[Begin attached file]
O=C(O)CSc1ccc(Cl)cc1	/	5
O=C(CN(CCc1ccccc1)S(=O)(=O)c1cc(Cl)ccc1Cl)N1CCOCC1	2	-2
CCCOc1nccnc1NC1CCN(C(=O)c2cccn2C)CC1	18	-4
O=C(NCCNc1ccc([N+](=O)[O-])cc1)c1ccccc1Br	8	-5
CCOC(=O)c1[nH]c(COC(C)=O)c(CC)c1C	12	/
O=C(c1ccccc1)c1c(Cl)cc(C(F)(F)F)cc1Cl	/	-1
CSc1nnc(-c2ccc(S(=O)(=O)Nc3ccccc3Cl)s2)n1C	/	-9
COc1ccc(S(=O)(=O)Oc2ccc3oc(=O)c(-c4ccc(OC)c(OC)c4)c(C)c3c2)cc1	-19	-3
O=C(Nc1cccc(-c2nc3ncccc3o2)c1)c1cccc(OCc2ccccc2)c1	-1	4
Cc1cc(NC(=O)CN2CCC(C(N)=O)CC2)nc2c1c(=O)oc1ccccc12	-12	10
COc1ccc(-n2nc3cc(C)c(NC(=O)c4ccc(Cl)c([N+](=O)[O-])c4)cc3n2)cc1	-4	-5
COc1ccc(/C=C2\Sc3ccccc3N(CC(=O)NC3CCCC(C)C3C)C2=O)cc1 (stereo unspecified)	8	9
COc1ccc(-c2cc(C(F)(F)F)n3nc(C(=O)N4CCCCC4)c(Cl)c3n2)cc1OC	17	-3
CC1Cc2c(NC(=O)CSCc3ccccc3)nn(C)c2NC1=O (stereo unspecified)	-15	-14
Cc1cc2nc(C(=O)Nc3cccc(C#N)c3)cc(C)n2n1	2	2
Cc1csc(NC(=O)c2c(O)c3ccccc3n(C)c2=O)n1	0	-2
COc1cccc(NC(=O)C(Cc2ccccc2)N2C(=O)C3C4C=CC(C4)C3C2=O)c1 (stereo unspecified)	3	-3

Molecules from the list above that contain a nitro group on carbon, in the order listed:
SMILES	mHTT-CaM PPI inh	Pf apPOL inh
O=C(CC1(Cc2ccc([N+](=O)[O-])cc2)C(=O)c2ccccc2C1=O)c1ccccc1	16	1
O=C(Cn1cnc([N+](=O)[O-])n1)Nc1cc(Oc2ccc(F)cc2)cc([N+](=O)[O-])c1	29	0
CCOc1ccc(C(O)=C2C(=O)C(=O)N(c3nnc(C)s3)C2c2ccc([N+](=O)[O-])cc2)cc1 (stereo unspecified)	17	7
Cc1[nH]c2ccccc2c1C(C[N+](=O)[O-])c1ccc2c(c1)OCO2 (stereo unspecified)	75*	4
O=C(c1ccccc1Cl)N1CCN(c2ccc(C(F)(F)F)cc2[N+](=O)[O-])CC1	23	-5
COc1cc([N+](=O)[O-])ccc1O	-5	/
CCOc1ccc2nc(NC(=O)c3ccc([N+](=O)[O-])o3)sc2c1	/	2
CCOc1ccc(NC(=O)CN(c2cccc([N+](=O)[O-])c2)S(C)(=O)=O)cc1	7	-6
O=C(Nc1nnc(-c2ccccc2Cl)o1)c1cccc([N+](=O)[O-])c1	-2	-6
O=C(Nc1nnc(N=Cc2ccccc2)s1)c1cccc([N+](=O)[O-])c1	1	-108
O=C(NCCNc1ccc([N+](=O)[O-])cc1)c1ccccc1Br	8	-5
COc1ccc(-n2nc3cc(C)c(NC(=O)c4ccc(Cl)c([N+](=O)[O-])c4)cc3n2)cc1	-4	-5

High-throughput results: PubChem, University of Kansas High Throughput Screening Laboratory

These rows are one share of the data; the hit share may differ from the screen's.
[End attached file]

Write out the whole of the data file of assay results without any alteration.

O=C(O)CSc1ccc(Cl)cc1	/	5
O=C(CN(CCc1ccccc1)S(=O)(=O)c1cc(Cl)ccc1Cl)N1CCOCC1	2	-2
CCCOc1nccnc1NC1CCN(C(=O)c2cccn2C)CC1	18	-4
O=C(NCCNc1ccc([N+](=O)[O-])cc1)c1ccccc1Br	8	-5
CCOC(=O)c1[nH]c(COC(C)=O)c(CC)c1C	12	/
O=C(c1ccccc1)c1c(Cl)cc(C(F)(F)F)cc1Cl	/	-1
CSc1nnc(-c2ccc(S(=O)(=O)Nc3ccccc3Cl)s2)n1C	/	-9
COc1ccc(S(=O)(=O)Oc2ccc3oc(=O)c(-c4ccc(OC)c(OC)c4)c(C)c3c2)cc1	-19	-3
O=C(Nc1cccc(-c2nc3ncccc3o2)c1)c1cccc(OCc2ccccc2)c1	-1	4
Cc1cc(NC(=O)CN2CCC(C(N)=O)CC2)nc2c1c(=O)oc1ccccc12	-12	10
COc1ccc(-n2nc3cc(C)c(NC(=O)c4ccc(Cl)c([N+](=O)[O-])c4)cc3n2)cc1	-4	-5
COc1ccc(/C=C2\Sc3ccccc3N(CC(=O)NC3CCCC(C)C3C)C2=O)cc1 (stereo unspecified)	8	9
COc1ccc(-c2cc(C(F)(F)F)n3nc(C(=O)N4CCCCC4)c(Cl)c3n2)cc1OC	17	-3
CC1Cc2c(NC(=O)CSCc3ccccc3)nn(C)c2NC1=O (stereo unspecified)	-15	-14
Cc1cc2nc(C(=O)Nc3cccc(C#N)c3)cc(C)n2n1	2	2
Cc1csc(NC(=O)c2c(O)c3ccccc3n(C)c2=O)n1	0	-2
COc1cccc(NC(=O)C(Cc2ccccc2)N2C(=O)C3C4C=CC(C4)C3C2=O)c1 (stereo unspecified)	3	-3

Molecules from the list above that contain a nitro group on carbon, in the order listed:
SMILES	mHTT-CaM PPI inh	Pf apPOL inh
O=C(CC1(Cc2ccc([N+](=O)[O-])cc2)C(=O)c2ccccc2C1=O)c1ccccc1	16	1
O=C(Cn1cnc([N+](=O)[O-])n1)Nc1cc(Oc2ccc(F)cc2)cc([N+](=O)[O-])c1	29	0
CCOc1ccc(C(O)=C2C(=O)C(=O)N(c3nnc(C)s3)C2c2ccc([N+](=O)[O-])cc2)cc1 (stereo unspecified)	17	7
Cc1[nH]c2ccccc2c1C(C[N+](=O)[O-])c1ccc2c(c1)OCO2 (stereo unspecified)	75*	4
O=C(c1ccccc1Cl)N1CCN(c2ccc(C(F)(F)F)cc2[N+](=O)[O-])CC1	23	-5
COc1cc([N+](=O)[O-])ccc1O	-5	/
CCOc1ccc2nc(NC(=O)c3ccc([N+](=O)[O-])o3)sc2c1	/	2
CCOc1ccc(NC(=O)CN(c2cccc([N+](=O)[O-])c2)S(C)(=O)=O)cc1	7	-6
O=C(Nc1nnc(-c2ccccc2Cl)o1)c1cccc([N+](=O)[O-])c1	-2	-6
O=C(Nc1nnc(N=Cc2ccccc2)s1)c1cccc([N+](=O)[O-])c1	1	-108
O=C(NCCNc1ccc([N+](=O)[O-])cc1)c1ccccc1Br	8	-5
COc1ccc(-n2nc3cc(C)c(NC(=O)c4ccc(Cl)c([N+](=O)[O-])c4)cc3n2)cc1	-4	-5

High-throughput results: PubChem, University of Kansas High Throughput Screening Laboratory

These rows are one share of the data; the hit share may differ from the screen's.